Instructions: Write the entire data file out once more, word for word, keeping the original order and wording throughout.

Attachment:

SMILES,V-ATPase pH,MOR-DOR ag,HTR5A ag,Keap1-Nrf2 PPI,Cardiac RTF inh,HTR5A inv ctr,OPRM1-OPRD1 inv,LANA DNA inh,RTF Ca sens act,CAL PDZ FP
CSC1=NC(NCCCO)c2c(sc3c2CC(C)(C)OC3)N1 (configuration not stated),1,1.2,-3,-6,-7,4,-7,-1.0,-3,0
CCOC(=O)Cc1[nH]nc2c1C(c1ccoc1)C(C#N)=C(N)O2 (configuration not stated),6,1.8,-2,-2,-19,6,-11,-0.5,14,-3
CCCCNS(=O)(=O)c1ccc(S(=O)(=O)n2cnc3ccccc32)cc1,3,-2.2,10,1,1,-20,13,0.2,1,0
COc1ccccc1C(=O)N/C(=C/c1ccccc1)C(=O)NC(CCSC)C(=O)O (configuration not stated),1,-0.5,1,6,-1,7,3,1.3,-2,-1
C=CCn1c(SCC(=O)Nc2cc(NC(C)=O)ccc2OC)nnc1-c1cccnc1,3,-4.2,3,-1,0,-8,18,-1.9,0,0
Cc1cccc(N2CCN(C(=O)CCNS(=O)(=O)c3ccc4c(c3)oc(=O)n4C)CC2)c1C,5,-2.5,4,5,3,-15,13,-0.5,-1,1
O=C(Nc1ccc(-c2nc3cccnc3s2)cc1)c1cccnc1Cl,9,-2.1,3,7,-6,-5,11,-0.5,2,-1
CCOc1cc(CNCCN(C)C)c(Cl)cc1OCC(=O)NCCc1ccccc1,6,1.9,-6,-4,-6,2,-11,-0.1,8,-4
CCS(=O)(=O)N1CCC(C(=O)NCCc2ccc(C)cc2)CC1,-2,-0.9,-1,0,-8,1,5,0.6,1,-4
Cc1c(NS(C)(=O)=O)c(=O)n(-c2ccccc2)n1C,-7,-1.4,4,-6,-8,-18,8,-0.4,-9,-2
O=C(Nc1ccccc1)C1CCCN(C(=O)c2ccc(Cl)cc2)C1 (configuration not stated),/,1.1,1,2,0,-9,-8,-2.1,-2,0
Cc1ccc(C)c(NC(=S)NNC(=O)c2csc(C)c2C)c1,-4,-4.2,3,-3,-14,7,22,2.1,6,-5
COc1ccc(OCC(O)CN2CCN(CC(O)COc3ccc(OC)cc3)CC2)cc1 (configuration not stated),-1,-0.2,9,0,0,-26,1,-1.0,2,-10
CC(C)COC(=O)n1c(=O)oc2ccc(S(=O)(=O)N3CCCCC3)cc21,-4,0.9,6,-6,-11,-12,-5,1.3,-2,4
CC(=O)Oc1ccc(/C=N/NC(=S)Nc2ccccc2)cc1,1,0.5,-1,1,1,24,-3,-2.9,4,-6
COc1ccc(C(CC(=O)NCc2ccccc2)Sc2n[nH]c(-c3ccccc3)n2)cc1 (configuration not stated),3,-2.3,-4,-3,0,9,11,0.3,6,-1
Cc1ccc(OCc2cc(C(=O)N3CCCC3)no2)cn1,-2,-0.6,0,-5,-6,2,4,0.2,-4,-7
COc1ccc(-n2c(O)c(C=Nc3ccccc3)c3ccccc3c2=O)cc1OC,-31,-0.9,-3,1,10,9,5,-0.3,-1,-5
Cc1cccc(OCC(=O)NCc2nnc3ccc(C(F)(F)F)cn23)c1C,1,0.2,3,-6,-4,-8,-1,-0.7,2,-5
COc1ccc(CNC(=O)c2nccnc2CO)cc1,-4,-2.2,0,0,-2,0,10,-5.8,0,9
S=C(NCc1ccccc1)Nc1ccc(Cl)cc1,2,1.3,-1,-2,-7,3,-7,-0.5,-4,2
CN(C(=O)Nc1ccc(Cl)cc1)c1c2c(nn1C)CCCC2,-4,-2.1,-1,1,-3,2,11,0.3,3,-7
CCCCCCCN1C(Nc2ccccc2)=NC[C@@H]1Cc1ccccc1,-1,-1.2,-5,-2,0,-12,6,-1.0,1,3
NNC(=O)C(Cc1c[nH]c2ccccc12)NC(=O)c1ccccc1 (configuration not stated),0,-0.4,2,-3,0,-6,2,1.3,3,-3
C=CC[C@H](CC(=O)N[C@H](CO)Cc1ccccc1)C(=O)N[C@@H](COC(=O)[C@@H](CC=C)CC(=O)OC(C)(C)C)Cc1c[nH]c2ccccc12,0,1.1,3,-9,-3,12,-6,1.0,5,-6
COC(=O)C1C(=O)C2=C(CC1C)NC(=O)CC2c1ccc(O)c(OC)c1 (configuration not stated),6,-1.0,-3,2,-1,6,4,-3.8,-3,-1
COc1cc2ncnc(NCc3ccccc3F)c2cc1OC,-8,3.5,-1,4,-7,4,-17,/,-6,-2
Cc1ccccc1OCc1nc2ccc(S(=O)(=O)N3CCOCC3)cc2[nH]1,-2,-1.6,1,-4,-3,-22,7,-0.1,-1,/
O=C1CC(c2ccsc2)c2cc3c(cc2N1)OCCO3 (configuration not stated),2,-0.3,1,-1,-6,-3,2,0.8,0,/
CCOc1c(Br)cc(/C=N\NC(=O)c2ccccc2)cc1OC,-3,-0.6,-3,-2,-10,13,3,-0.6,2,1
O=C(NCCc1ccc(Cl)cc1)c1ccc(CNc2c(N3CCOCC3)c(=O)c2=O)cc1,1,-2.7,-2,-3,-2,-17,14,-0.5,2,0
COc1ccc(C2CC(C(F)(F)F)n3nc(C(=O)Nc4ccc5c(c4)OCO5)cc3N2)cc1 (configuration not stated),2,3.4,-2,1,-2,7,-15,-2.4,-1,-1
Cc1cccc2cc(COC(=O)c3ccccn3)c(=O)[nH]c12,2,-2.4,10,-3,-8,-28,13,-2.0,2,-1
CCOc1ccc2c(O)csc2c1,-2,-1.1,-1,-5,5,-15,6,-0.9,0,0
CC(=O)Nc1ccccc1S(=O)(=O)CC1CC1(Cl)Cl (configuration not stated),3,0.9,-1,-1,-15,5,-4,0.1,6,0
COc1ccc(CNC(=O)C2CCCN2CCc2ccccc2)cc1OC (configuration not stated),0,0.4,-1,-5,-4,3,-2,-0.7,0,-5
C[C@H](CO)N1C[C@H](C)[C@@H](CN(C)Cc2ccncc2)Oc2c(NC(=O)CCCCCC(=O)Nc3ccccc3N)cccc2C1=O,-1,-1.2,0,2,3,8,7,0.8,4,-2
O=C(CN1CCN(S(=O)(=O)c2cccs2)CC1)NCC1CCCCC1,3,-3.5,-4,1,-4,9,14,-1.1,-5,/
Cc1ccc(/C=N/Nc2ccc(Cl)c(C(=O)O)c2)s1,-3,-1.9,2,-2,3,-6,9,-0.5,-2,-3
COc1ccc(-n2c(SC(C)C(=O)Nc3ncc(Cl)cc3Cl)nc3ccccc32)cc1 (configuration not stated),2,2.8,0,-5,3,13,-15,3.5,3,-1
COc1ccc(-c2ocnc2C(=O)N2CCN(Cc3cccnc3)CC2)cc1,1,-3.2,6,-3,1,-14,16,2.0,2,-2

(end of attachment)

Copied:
SMILES,V-ATPase pH,MOR-DOR ag,HTR5A ag,Keap1-Nrf2 PPI,Cardiac RTF inh,HTR5A inv ctr,OPRM1-OPRD1 inv,LANA DNA inh,RTF Ca sens act,CAL PDZ FP
CSC1=NC(NCCCO)c2c(sc3c2CC(C)(C)OC3)N1 (configuration not stated),1,1.2,-3,-6,-7,4,-7,-1.0,-3,0
CCOC(=O)Cc1[nH]nc2c1C(c1ccoc1)C(C#N)=C(N)O2 (configuration not stated),6,1.8,-2,-2,-19,6,-11,-0.5,14,-3
CCCCNS(=O)(=O)c1ccc(S(=O)(=O)n2cnc3ccccc32)cc1,3,-2.2,10,1,1,-20,13,0.2,1,0
COc1ccccc1C(=O)N/C(=C/c1ccccc1)C(=O)NC(CCSC)C(=O)O (configuration not stated),1,-0.5,1,6,-1,7,3,1.3,-2,-1
C=CCn1c(SCC(=O)Nc2cc(NC(C)=O)ccc2OC)nnc1-c1cccnc1,3,-4.2,3,-1,0,-8,18,-1.9,0,0
Cc1cccc(N2CCN(C(=O)CCNS(=O)(=O)c3ccc4c(c3)oc(=O)n4C)CC2)c1C,5,-2.5,4,5,3,-15,13,-0.5,-1,1
O=C(Nc1ccc(-c2nc3cccnc3s2)cc1)c1cccnc1Cl,9,-2.1,3,7,-6,-5,11,-0.5,2,-1
CCOc1cc(CNCCN(C)C)c(Cl)cc1OCC(=O)NCCc1ccccc1,6,1.9,-6,-4,-6,2,-11,-0.1,8,-4
CCS(=O)(=O)N1CCC(C(=O)NCCc2ccc(C)cc2)CC1,-2,-0.9,-1,0,-8,1,5,0.6,1,-4
Cc1c(NS(C)(=O)=O)c(=O)n(-c2ccccc2)n1C,-7,-1.4,4,-6,-8,-18,8,-0.4,-9,-2
O=C(Nc1ccccc1)C1CCCN(C(=O)c2ccc(Cl)cc2)C1 (configuration not stated),/,1.1,1,2,0,-9,-8,-2.1,-2,0
Cc1ccc(C)c(NC(=S)NNC(=O)c2csc(C)c2C)c1,-4,-4.2,3,-3,-14,7,22,2.1,6,-5
COc1ccc(OCC(O)CN2CCN(CC(O)COc3ccc(OC)cc3)CC2)cc1 (configuration not stated),-1,-0.2,9,0,0,-26,1,-1.0,2,-10
CC(C)COC(=O)n1c(=O)oc2ccc(S(=O)(=O)N3CCCCC3)cc21,-4,0.9,6,-6,-11,-12,-5,1.3,-2,4
CC(=O)Oc1ccc(/C=N/NC(=S)Nc2ccccc2)cc1,1,0.5,-1,1,1,24,-3,-2.9,4,-6
COc1ccc(C(CC(=O)NCc2ccccc2)Sc2n[nH]c(-c3ccccc3)n2)cc1 (configuration not stated),3,-2.3,-4,-3,0,9,11,0.3,6,-1
Cc1ccc(OCc2cc(C(=O)N3CCCC3)no2)cn1,-2,-0.6,0,-5,-6,2,4,0.2,-4,-7
COc1ccc(-n2c(O)c(C=Nc3ccccc3)c3ccccc3c2=O)cc1OC,-31,-0.9,-3,1,10,9,5,-0.3,-1,-5
Cc1cccc(OCC(=O)NCc2nnc3ccc(C(F)(F)F)cn23)c1C,1,0.2,3,-6,-4,-8,-1,-0.7,2,-5
COc1ccc(CNC(=O)c2nccnc2CO)cc1,-4,-2.2,0,0,-2,0,10,-5.8,0,9
S=C(NCc1ccccc1)Nc1ccc(Cl)cc1,2,1.3,-1,-2,-7,3,-7,-0.5,-4,2
CN(C(=O)Nc1ccc(Cl)cc1)c1c2c(nn1C)CCCC2,-4,-2.1,-1,1,-3,2,11,0.3,3,-7
CCCCCCCN1C(Nc2ccccc2)=NC[C@@H]1Cc1ccccc1,-1,-1.2,-5,-2,0,-12,6,-1.0,1,3
NNC(=O)C(Cc1c[nH]c2ccccc12)NC(=O)c1ccccc1 (configuration not stated),0,-0.4,2,-3,0,-6,2,1.3,3,-3
C=CC[C@H](CC(=O)N[C@H](CO)Cc1ccccc1)C(=O)N[C@@H](COC(=O)[C@@H](CC=C)CC(=O)OC(C)(C)C)Cc1c[nH]c2ccccc12,0,1.1,3,-9,-3,12,-6,1.0,5,-6
COC(=O)C1C(=O)C2=C(CC1C)NC(=O)CC2c1ccc(O)c(OC)c1 (configuration not stated),6,-1.0,-3,2,-1,6,4,-3.8,-3,-1
COc1cc2ncnc(NCc3ccccc3F)c2cc1OC,-8,3.5,-1,4,-7,4,-17,/,-6,-2
Cc1ccccc1OCc1nc2ccc(S(=O)(=O)N3CCOCC3)cc2[nH]1,-2,-1.6,1,-4,-3,-22,7,-0.1,-1,/
O=C1CC(c2ccsc2)c2cc3c(cc2N1)OCCO3 (configuration not stated),2,-0.3,1,-1,-6,-3,2,0.8,0,/
CCOc1c(Br)cc(/C=N\NC(=O)c2ccccc2)cc1OC,-3,-0.6,-3,-2,-10,13,3,-0.6,2,1
O=C(NCCc1ccc(Cl)cc1)c1ccc(CNc2c(N3CCOCC3)c(=O)c2=O)cc1,1,-2.7,-2,-3,-2,-17,14,-0.5,2,0
COc1ccc(C2CC(C(F)(F)F)n3nc(C(=O)Nc4ccc5c(c4)OCO5)cc3N2)cc1 (configuration not stated),2,3.4,-2,1,-2,7,-15,-2.4,-1,-1
Cc1cccc2cc(COC(=O)c3ccccn3)c(=O)[nH]c12,2,-2.4,10,-3,-8,-28,13,-2.0,2,-1
CCOc1ccc2c(O)csc2c1,-2,-1.1,-1,-5,5,-15,6,-0.9,0,0
CC(=O)Nc1ccccc1S(=O)(=O)CC1CC1(Cl)Cl (configuration not stated),3,0.9,-1,-1,-15,5,-4,0.1,6,0
COc1ccc(CNC(=O)C2CCCN2CCc2ccccc2)cc1OC (configuration not stated),0,0.4,-1,-5,-4,3,-2,-0.7,0,-5
C[C@H](CO)N1C[C@H](C)[C@@H](CN(C)Cc2ccncc2)Oc2c(NC(=O)CCCCCC(=O)Nc3ccccc3N)cccc2C1=O,-1,-1.2,0,2,3,8,7,0.8,4,-2
O=C(CN1CCN(S(=O)(=O)c2cccs2)CC1)NCC1CCCCC1,3,-3.5,-4,1,-4,9,14,-1.1,-5,/
Cc1ccc(/C=N/Nc2ccc(Cl)c(C(=O)O)c2)s1,-3,-1.9,2,-2,3,-6,9,-0.5,-2,-3
COc1ccc(-n2c(SC(C)C(=O)Nc3ncc(Cl)cc3Cl)nc3ccccc32)cc1 (configuration not stated),2,2.8,0,-5,3,13,-15,3.5,3,-1
COc1ccc(-c2ocnc2C(=O)N2CCN(Cc3cccnc3)CC2)cc1,1,-3.2,6,-3,1,-14,16,2.0,2,-2